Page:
But as Hispanics look to Obama to help realize their agenda, and as they take seats in the new president’s Cabinet and on congressional leadership teams, they also are facing an annoying reality: There remains a gap between the power they have earned and the Washington elite’s perception of their power.
One reason for the lag in perception may be that Latino policy leaders as well as individual members of the Congressional Hispanic Caucus have matured politically at a faster speed than has the caucus as a whole.
As the civil rights groups, political organizers and lawmakers have steered Latinos toward unprecedented levels of activism, the congressional caucus–haunted by past internal fighting and disorganization–is still being challenged to show that the sum of its parts makes it as strong as it should be.
That anyone needs to be reminded of Latinos’ influence and the caucus’s relevance is almost mind-boggling to Latino civil rights and policy leaders. They often find themselves reciting the recent history: Hispanics have reached the highest levels of political leadership on Capitol Hill, and the exponential growth of the Hispanic population and voters during the past decade has made them a force to be reckoned with.
Just ask Republicans, whose dramatic loss of Hispanic support in the last election sent them into soul-searching political rehab.
Latinos are toiling mightily for top Obama administration appointments they believe they earned. They celebrated when they got three Cabinet seats, only to be disappointed and even angry when New Mexico Gov. Bill Richardson withdrew from consideration as secretary of commerce because a grand jury is probing possible political corruption in his home state.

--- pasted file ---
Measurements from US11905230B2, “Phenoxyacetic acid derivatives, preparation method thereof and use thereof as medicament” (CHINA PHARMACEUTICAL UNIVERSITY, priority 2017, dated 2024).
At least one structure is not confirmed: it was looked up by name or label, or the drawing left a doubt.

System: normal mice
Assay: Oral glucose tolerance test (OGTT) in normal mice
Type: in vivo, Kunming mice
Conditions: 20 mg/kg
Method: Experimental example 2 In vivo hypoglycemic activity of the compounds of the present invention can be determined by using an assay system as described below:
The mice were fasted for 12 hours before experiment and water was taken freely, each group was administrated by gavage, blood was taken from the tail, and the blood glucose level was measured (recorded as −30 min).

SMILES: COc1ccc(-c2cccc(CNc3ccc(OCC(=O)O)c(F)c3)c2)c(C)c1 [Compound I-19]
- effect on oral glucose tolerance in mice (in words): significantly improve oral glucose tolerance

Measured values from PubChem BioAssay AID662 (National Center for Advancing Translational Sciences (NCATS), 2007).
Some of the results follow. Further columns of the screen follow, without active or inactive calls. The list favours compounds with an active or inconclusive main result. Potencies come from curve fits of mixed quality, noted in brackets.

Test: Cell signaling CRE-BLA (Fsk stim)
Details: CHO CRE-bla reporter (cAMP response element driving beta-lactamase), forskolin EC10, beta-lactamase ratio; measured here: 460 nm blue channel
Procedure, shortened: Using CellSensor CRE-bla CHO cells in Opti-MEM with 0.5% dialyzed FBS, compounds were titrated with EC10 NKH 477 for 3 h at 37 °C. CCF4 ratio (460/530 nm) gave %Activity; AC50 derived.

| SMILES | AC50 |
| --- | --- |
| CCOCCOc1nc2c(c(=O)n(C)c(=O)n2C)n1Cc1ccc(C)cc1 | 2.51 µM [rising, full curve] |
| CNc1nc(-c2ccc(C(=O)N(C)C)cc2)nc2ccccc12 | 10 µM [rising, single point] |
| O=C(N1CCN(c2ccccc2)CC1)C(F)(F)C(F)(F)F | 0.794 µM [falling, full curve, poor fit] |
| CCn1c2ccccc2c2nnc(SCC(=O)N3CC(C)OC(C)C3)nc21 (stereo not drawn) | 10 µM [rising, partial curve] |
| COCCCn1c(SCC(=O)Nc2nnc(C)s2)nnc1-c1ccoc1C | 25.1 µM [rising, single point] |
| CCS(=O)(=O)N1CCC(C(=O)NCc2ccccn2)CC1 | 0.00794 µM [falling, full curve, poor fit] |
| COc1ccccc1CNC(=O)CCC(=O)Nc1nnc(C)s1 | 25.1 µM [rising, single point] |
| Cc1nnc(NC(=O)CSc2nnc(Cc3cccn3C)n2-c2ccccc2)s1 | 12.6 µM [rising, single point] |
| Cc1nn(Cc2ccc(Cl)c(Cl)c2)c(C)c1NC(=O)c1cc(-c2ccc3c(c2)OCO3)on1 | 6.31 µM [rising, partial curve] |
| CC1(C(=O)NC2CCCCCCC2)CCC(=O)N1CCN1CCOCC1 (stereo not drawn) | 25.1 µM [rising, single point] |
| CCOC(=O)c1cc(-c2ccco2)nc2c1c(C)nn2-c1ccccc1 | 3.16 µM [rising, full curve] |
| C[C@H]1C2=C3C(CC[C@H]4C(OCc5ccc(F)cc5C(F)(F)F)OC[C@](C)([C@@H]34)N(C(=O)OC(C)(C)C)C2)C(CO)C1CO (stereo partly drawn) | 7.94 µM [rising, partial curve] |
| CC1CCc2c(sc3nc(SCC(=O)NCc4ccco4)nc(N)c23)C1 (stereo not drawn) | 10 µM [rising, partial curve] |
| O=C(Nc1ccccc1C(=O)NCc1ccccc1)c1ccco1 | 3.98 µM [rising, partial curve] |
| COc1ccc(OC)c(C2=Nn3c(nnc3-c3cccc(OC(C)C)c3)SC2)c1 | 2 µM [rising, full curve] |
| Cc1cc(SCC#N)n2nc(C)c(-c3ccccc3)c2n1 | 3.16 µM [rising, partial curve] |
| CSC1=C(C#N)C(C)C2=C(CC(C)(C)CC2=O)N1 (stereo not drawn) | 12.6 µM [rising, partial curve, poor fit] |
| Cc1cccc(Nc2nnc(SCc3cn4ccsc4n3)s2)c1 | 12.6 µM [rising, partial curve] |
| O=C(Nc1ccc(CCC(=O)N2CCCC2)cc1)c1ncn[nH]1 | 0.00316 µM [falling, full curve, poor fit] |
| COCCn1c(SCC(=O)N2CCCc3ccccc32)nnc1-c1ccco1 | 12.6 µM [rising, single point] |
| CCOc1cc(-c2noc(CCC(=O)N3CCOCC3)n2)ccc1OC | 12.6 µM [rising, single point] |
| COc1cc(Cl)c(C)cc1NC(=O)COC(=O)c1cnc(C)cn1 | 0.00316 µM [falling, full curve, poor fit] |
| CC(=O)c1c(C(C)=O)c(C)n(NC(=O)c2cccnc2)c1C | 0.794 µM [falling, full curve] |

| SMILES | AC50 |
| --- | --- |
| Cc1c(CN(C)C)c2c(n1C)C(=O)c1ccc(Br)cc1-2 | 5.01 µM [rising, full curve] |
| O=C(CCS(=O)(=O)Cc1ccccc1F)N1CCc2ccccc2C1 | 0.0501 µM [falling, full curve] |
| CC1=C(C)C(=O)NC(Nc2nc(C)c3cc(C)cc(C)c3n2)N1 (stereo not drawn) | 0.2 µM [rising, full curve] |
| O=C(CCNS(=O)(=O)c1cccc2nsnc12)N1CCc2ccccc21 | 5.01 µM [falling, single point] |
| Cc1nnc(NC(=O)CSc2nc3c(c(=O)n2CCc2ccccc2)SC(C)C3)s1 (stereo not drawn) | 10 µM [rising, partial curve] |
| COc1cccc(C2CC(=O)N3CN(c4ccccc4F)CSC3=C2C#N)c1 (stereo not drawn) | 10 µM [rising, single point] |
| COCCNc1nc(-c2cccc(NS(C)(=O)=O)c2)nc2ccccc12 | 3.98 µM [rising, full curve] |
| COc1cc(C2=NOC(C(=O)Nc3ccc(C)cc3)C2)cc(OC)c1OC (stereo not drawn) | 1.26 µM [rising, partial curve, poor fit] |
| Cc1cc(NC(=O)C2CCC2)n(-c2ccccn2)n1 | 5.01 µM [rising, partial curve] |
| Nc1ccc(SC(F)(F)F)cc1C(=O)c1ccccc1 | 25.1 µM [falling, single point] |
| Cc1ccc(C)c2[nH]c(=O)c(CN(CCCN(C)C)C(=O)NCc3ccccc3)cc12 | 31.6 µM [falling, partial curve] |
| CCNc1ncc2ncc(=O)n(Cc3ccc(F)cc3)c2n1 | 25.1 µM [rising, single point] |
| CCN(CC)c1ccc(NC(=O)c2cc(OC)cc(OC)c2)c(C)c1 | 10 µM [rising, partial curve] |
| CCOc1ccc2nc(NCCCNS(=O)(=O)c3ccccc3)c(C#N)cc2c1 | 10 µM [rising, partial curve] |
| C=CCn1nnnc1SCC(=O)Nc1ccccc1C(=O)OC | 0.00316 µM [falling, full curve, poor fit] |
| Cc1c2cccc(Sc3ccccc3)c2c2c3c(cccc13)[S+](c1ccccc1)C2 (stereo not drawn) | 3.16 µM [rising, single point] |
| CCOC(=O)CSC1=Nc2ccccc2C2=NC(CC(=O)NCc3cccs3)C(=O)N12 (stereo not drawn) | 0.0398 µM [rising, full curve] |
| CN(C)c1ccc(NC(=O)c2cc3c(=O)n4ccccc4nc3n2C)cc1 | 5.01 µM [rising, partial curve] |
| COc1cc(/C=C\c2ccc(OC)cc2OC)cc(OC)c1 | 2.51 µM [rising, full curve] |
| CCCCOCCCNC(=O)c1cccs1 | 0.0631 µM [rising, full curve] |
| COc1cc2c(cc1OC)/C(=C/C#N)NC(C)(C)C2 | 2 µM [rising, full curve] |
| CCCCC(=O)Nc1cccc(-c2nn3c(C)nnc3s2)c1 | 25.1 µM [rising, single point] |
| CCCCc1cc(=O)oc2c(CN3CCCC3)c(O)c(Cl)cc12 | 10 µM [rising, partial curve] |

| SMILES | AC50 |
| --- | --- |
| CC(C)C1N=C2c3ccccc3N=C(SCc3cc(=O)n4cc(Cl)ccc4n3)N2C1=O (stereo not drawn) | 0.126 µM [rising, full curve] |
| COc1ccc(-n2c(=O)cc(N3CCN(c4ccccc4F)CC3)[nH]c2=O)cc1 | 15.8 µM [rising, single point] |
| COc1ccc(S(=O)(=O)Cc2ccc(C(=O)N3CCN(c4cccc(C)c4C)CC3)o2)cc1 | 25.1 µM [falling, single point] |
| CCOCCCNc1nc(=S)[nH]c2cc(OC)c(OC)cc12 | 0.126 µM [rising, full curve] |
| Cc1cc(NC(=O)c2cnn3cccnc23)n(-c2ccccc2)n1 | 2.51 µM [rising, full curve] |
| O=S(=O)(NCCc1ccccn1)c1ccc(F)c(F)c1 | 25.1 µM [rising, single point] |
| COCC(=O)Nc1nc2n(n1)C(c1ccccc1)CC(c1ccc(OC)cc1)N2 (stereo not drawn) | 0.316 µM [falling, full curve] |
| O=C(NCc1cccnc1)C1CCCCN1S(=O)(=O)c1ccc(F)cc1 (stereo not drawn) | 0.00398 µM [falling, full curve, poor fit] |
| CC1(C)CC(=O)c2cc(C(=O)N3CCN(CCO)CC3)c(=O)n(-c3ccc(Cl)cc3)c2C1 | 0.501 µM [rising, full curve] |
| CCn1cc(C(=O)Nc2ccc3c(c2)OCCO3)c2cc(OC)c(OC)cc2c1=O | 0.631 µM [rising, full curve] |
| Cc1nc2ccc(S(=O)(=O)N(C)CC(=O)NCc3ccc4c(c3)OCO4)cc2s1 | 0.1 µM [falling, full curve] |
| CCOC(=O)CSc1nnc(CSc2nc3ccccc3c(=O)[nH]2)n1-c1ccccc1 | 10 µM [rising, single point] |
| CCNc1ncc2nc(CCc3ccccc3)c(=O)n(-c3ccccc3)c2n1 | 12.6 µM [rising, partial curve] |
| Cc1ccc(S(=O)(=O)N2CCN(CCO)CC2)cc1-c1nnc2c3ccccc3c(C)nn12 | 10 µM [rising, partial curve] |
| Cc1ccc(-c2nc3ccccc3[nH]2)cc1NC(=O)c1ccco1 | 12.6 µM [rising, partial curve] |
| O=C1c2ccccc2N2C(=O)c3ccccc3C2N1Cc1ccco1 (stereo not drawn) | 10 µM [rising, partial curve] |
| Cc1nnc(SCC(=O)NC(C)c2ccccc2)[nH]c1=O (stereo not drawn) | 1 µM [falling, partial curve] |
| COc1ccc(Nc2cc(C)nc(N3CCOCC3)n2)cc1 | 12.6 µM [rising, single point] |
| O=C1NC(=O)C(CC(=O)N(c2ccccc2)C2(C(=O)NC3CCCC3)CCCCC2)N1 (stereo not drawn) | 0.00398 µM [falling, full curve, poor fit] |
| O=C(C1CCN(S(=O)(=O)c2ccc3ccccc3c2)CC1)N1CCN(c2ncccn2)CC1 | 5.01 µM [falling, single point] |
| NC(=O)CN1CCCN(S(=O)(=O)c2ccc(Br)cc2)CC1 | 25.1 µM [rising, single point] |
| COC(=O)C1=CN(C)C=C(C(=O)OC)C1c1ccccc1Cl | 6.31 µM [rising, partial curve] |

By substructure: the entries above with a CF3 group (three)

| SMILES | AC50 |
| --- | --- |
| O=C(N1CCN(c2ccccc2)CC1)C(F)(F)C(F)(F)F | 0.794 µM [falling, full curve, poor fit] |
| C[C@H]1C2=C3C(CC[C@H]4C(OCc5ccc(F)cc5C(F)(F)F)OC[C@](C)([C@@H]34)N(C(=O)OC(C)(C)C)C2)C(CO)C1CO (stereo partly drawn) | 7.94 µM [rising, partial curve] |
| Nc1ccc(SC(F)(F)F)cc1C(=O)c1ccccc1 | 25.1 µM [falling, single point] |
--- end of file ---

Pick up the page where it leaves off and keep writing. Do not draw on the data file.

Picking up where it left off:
On the key issue of immigration, civil rights leaders are hopeful, but not sure, that during his first year in office Obama will keep his campaign promise to present a broad plan to overhaul immigration laws that expand visas and protect workers.
Also, the League of United Latin American Citizens, Mexican American Legal Defense and Educational Fund, National Council of La Raza and others are on Capitol Hill, trying to convince Democratic and Republican senators to remove the current requirement for legal immigrant children and pregnant women to wait five years before receiving benefits through the State Children’s Health Insurance Program and Medicaid.
Meanwhile, the Congressional Hispanic Caucus has yet to prove that it has the agility to be proactive rather than reactive and that it can lead rather than just complain.
Velazquez won the Hispanic Caucus chairmanship without opposition, because the men wanted to avoid a repeat of a nasty gender fight two years ago that led to California Democratic Reps. Loretta Sanchez and Linda T. Sanchez quitting the caucus. With Velazquez in charge, Linda Sanchez has rejoined the group, but her sister has not made a decision.
Also, there are many non-Hispanics who have an interest in seeing the caucus succeed, and Obama is among them.
“If it had not been for the Hispanic votes in places like Nevada, New Mexico or Colorado and probably several other places, I am not sure the president would be in the position that he is in, and I think he recognizes that,” said Rep. John Lewis (D-Ga.).